Do you want to talk to Ellie? If so, call on 0344 567 8790

Don’t miss out on our latest articles, insights and events

Getting the board on board

You’ve identified the need for a change project, be that the implementation of a new CRM or digital solution, and you know the benefits it can bring. But how do get investment for the project?

Building a strong business case is essential – it underpins all change projects. However, it is not enough to focus only on the technical information on the options, budgets, timescales. Only focusing on these aspects results in only 3 out of 5 business cases becoming a project. So, technical aspects aside, how do you get the board, and all key stakeholders, on board with the project? Here are some of our top tips.

Talk their language

The board and all key stakeholders need to be shown how the project will directly benefit the organisation. It’s important to talk their language and be able to describe how it will add value to your organisation and your members and beneficiaries. They do not necessarily need or want to understand the specific features and functionality of the digital solution.

Don’t presume they have the same priorities

It is not safe to presume that all directors and board members have the same priorities. Remember they are viewing the project, and the investment, from different angles of the organisation. Therefore, it is important to understand their perspective, values, and motivations as this will allow you to draw strong links between the project, company goals and directors values and motivations resulting in the increased likelihood of buy-in.

Set and manage expectations

It is vital to set expectations with your board members about the nature of change. Set realistic expectations around the chances of success as well as failure. Inform them on the disruptive effect the project will have during its lifetime and the impact it will have on the organisation once the project has gone live.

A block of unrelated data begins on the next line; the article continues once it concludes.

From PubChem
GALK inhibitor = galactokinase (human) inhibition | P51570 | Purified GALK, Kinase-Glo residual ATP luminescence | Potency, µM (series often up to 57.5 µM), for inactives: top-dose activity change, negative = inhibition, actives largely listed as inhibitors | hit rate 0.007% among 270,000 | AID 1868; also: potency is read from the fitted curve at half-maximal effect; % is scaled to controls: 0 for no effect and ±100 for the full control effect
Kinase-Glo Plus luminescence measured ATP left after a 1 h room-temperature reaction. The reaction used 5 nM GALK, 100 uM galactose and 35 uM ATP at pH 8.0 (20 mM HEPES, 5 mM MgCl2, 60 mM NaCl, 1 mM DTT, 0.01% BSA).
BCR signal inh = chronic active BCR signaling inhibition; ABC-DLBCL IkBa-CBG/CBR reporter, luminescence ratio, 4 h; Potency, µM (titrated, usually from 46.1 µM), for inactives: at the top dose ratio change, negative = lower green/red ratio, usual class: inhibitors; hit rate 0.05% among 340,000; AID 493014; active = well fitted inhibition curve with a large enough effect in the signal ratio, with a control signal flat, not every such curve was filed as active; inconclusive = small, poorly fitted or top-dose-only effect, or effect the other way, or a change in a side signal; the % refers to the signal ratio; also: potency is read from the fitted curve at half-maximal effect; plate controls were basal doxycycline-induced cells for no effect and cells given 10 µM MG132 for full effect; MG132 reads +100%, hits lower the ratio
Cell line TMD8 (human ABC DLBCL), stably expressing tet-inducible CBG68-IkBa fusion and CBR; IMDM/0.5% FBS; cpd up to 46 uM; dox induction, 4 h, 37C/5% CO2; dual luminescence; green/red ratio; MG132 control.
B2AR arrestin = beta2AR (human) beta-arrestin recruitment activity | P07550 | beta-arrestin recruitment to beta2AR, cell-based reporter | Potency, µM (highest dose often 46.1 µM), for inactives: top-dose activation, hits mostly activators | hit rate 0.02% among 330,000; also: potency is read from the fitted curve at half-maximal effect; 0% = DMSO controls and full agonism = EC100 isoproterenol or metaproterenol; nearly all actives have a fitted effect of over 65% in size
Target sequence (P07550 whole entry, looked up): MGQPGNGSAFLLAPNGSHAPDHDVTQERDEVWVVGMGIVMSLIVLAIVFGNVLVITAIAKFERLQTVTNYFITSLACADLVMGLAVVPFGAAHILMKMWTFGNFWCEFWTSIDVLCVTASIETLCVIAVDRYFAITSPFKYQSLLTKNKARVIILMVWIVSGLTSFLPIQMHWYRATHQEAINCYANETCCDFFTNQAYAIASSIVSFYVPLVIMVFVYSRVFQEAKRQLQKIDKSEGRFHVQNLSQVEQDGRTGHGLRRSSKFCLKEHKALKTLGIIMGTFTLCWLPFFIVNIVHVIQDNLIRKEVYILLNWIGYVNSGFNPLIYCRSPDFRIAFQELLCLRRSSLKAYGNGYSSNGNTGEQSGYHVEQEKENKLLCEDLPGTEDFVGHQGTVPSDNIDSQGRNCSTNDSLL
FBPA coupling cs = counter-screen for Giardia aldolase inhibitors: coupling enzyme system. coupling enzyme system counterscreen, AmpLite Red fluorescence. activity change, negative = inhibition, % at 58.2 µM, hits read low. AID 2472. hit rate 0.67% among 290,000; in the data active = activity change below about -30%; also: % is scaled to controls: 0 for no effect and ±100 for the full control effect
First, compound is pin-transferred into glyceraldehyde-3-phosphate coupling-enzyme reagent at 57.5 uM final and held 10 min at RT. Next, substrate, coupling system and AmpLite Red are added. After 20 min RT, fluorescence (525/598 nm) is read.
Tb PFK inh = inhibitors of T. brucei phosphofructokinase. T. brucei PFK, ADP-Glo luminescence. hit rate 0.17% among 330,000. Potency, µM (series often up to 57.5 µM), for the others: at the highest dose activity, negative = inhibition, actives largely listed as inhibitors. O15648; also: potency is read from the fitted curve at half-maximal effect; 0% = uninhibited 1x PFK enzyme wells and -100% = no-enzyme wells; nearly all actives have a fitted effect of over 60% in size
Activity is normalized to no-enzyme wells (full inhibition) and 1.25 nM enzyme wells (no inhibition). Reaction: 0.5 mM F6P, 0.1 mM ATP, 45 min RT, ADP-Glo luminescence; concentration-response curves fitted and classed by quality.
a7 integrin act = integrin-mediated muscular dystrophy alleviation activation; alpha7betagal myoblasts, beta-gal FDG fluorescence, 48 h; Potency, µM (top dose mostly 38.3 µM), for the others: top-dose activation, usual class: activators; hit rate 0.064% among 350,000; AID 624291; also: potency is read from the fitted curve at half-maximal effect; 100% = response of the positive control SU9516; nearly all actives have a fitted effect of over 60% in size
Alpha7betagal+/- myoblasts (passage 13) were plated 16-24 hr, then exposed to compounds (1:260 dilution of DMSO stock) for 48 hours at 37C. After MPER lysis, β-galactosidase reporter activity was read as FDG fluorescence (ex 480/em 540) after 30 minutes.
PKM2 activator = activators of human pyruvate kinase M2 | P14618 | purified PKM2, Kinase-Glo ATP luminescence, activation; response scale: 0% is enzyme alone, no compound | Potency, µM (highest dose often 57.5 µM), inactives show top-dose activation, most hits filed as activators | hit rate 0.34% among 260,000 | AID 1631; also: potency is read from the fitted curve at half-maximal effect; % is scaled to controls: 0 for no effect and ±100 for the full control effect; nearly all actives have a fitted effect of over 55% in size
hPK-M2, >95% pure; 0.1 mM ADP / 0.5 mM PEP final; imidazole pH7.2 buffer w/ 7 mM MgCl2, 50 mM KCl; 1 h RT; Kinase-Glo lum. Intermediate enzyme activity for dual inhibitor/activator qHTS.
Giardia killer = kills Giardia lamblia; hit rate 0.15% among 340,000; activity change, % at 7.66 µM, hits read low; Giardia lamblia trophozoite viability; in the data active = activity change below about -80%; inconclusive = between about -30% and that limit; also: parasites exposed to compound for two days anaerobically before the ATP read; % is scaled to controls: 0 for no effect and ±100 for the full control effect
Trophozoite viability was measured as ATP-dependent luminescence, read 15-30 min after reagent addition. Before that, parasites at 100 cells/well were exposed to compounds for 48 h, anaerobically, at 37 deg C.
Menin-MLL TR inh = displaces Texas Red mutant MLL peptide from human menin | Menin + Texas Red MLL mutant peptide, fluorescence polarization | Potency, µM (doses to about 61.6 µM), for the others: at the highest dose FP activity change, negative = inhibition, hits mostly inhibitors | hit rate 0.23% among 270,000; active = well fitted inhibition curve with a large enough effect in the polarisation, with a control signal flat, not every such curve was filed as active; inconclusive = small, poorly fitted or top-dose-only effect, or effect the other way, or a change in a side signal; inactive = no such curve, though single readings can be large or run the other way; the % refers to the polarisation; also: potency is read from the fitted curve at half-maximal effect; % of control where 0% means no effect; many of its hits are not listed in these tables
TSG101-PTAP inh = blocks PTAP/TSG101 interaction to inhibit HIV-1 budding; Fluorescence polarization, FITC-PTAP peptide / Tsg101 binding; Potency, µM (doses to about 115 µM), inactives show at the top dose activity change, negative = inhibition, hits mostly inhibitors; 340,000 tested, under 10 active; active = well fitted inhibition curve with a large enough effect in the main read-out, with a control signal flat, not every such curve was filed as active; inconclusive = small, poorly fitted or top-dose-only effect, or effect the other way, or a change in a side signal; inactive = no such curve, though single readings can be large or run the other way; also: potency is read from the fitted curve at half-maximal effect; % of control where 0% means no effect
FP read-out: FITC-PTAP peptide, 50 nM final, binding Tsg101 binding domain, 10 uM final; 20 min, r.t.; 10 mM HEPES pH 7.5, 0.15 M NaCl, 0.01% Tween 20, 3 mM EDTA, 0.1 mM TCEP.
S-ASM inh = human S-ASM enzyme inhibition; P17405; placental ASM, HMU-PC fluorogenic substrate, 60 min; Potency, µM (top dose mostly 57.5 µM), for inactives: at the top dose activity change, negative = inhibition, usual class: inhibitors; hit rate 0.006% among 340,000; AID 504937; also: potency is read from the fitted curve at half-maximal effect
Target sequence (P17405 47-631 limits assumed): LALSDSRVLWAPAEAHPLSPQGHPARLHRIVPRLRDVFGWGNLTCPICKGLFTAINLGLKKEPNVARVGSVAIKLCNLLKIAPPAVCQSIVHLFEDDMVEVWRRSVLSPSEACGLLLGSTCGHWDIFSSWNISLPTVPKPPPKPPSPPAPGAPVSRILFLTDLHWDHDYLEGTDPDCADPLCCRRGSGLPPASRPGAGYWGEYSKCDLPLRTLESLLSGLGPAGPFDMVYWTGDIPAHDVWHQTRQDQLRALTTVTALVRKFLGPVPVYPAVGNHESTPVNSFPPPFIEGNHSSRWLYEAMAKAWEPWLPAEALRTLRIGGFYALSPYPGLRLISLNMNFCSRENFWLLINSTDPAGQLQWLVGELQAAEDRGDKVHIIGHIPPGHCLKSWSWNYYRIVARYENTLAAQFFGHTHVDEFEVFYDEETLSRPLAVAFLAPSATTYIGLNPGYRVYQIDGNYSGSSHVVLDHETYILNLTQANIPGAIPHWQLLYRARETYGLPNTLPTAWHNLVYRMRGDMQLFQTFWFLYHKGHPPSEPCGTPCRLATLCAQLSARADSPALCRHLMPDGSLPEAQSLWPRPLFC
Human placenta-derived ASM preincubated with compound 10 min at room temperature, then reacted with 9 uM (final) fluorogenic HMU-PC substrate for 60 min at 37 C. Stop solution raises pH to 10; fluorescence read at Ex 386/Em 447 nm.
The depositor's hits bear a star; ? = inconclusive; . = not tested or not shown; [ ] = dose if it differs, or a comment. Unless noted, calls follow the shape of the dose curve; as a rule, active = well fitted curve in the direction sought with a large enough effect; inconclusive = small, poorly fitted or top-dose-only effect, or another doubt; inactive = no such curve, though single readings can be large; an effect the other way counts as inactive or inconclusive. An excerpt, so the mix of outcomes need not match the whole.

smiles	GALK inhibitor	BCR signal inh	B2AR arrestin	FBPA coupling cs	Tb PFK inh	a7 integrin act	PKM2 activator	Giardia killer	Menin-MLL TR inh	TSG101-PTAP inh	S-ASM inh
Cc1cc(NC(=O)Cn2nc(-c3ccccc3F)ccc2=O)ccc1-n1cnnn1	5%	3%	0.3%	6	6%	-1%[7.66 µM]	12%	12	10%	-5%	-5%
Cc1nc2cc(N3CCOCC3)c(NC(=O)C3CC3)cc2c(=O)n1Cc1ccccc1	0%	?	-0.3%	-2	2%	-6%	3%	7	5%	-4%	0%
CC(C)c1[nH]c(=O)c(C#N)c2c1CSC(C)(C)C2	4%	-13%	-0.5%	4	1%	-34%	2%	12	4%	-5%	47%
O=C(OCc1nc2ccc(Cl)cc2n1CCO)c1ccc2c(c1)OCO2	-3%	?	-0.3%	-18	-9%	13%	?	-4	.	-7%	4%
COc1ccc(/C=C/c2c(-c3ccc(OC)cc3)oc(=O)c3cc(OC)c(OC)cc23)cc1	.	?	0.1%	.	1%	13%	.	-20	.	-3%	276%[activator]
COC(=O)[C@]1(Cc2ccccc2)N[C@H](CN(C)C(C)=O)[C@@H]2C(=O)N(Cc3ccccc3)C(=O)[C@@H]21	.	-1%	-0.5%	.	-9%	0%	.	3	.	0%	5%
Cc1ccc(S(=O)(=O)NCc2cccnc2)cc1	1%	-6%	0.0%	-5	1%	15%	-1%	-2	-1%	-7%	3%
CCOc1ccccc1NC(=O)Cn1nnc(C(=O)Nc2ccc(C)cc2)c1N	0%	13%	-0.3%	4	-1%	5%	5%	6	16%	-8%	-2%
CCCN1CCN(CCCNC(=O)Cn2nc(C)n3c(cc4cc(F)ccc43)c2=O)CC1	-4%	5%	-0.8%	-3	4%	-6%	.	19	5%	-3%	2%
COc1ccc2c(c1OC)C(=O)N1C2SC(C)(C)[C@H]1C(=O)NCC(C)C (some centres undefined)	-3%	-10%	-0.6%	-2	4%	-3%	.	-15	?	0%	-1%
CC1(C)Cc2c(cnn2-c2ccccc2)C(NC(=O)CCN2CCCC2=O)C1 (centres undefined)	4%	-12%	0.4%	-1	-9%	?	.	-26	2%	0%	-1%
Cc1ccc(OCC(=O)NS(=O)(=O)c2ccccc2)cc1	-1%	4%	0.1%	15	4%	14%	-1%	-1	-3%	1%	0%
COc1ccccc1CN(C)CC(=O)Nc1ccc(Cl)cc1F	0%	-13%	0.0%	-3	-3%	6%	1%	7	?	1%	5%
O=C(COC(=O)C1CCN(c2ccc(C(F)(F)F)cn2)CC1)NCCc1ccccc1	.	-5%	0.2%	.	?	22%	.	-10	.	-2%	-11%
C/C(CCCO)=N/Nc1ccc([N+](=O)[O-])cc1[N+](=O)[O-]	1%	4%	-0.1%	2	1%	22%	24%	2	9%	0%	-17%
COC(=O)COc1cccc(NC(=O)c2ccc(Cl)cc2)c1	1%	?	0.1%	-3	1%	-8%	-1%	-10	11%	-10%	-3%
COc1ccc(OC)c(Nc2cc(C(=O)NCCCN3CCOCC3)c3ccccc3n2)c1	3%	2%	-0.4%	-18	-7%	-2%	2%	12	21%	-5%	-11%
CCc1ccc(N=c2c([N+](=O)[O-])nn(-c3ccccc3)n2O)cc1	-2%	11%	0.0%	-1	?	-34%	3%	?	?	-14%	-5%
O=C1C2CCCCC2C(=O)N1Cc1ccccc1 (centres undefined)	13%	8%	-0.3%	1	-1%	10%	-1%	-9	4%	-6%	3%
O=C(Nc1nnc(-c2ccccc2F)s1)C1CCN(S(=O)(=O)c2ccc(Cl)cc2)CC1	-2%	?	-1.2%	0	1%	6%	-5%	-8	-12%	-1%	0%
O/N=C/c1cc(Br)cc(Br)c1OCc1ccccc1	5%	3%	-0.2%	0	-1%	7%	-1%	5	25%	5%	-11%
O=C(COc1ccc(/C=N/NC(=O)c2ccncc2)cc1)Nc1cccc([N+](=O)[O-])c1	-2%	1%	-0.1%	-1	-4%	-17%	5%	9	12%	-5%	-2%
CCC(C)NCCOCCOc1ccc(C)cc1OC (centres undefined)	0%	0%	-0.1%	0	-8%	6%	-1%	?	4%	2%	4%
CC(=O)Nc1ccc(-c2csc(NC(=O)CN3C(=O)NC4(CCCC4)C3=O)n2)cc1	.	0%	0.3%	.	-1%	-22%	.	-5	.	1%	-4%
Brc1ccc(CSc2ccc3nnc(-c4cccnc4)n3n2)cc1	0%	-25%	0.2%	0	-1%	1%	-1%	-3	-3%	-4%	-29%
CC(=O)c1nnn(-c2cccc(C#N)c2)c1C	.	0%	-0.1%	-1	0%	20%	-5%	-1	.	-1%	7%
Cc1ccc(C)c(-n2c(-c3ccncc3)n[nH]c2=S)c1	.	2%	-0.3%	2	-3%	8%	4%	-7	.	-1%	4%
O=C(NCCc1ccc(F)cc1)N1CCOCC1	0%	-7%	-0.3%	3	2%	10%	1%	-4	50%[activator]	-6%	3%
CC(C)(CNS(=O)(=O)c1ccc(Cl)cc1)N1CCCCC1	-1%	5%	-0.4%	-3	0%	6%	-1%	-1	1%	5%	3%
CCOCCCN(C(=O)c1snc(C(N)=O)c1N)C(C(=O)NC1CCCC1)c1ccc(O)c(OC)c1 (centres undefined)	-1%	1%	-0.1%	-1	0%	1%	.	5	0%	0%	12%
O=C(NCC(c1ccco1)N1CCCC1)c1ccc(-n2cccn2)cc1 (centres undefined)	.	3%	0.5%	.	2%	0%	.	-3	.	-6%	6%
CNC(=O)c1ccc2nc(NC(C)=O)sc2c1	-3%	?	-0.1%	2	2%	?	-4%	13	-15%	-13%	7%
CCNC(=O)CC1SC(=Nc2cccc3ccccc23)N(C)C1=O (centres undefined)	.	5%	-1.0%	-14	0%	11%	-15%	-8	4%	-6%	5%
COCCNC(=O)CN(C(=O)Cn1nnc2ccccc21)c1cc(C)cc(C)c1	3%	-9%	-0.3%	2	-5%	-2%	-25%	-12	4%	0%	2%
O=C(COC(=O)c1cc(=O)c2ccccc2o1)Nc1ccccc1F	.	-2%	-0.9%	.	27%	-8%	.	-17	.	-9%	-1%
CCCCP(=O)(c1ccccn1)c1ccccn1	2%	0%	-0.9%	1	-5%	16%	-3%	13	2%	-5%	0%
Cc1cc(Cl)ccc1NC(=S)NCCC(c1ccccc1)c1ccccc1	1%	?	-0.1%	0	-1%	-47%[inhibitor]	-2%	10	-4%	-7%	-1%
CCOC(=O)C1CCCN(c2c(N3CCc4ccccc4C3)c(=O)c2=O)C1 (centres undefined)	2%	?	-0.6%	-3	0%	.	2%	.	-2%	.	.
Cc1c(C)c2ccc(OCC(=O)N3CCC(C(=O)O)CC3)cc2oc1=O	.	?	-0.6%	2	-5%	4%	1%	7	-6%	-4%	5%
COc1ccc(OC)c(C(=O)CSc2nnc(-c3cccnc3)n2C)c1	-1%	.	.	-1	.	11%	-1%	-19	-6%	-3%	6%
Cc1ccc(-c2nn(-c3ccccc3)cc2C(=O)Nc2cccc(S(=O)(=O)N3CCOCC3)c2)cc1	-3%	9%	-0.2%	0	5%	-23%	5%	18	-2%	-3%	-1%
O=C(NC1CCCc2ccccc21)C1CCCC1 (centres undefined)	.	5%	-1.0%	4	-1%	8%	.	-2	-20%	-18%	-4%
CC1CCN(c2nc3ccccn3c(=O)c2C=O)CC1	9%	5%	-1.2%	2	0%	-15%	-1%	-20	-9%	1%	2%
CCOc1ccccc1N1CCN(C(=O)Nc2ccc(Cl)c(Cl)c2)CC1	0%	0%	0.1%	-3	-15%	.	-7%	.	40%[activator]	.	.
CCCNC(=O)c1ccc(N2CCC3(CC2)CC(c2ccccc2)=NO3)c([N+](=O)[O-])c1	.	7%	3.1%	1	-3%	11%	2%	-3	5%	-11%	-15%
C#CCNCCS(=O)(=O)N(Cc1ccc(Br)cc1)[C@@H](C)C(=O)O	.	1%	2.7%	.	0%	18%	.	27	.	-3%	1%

Be honest about the details

It’s easy to paint a picture of all the benefits of the project and the value it will bring to your organisation, but it is important to be clear on any hurdles and risk factors. By identifying these risks, you can identify how to overcome them. This will ensure that the board feel like they have the full picture before embarking on the project and enable them t feel that they are able to make an informed decision.

Establish trust and maintain communication

Ensure you establish a trustworthy relationship with your stakeholders. The key to this is communication. Create open and regular channels of communication with your stakeholders. Allow them the opportunity to be heard and share any important issues. This allows for timely resolutions of any issues.

Address the emotions

Any change can stir up a whole host of emotions from frustration, fear, scepticism and feeling threatened. These are often triggered by a lack of information. Don’t restrict yourself from communicating the change through facts and figures, let them know you understand how they feel. This will encourage acceptance and openness to new opportunities.

 

For further information and expert guidance on building a successful business case, book your free place on our upcoming webinar Modernising your tech and driving your organisation’s strategy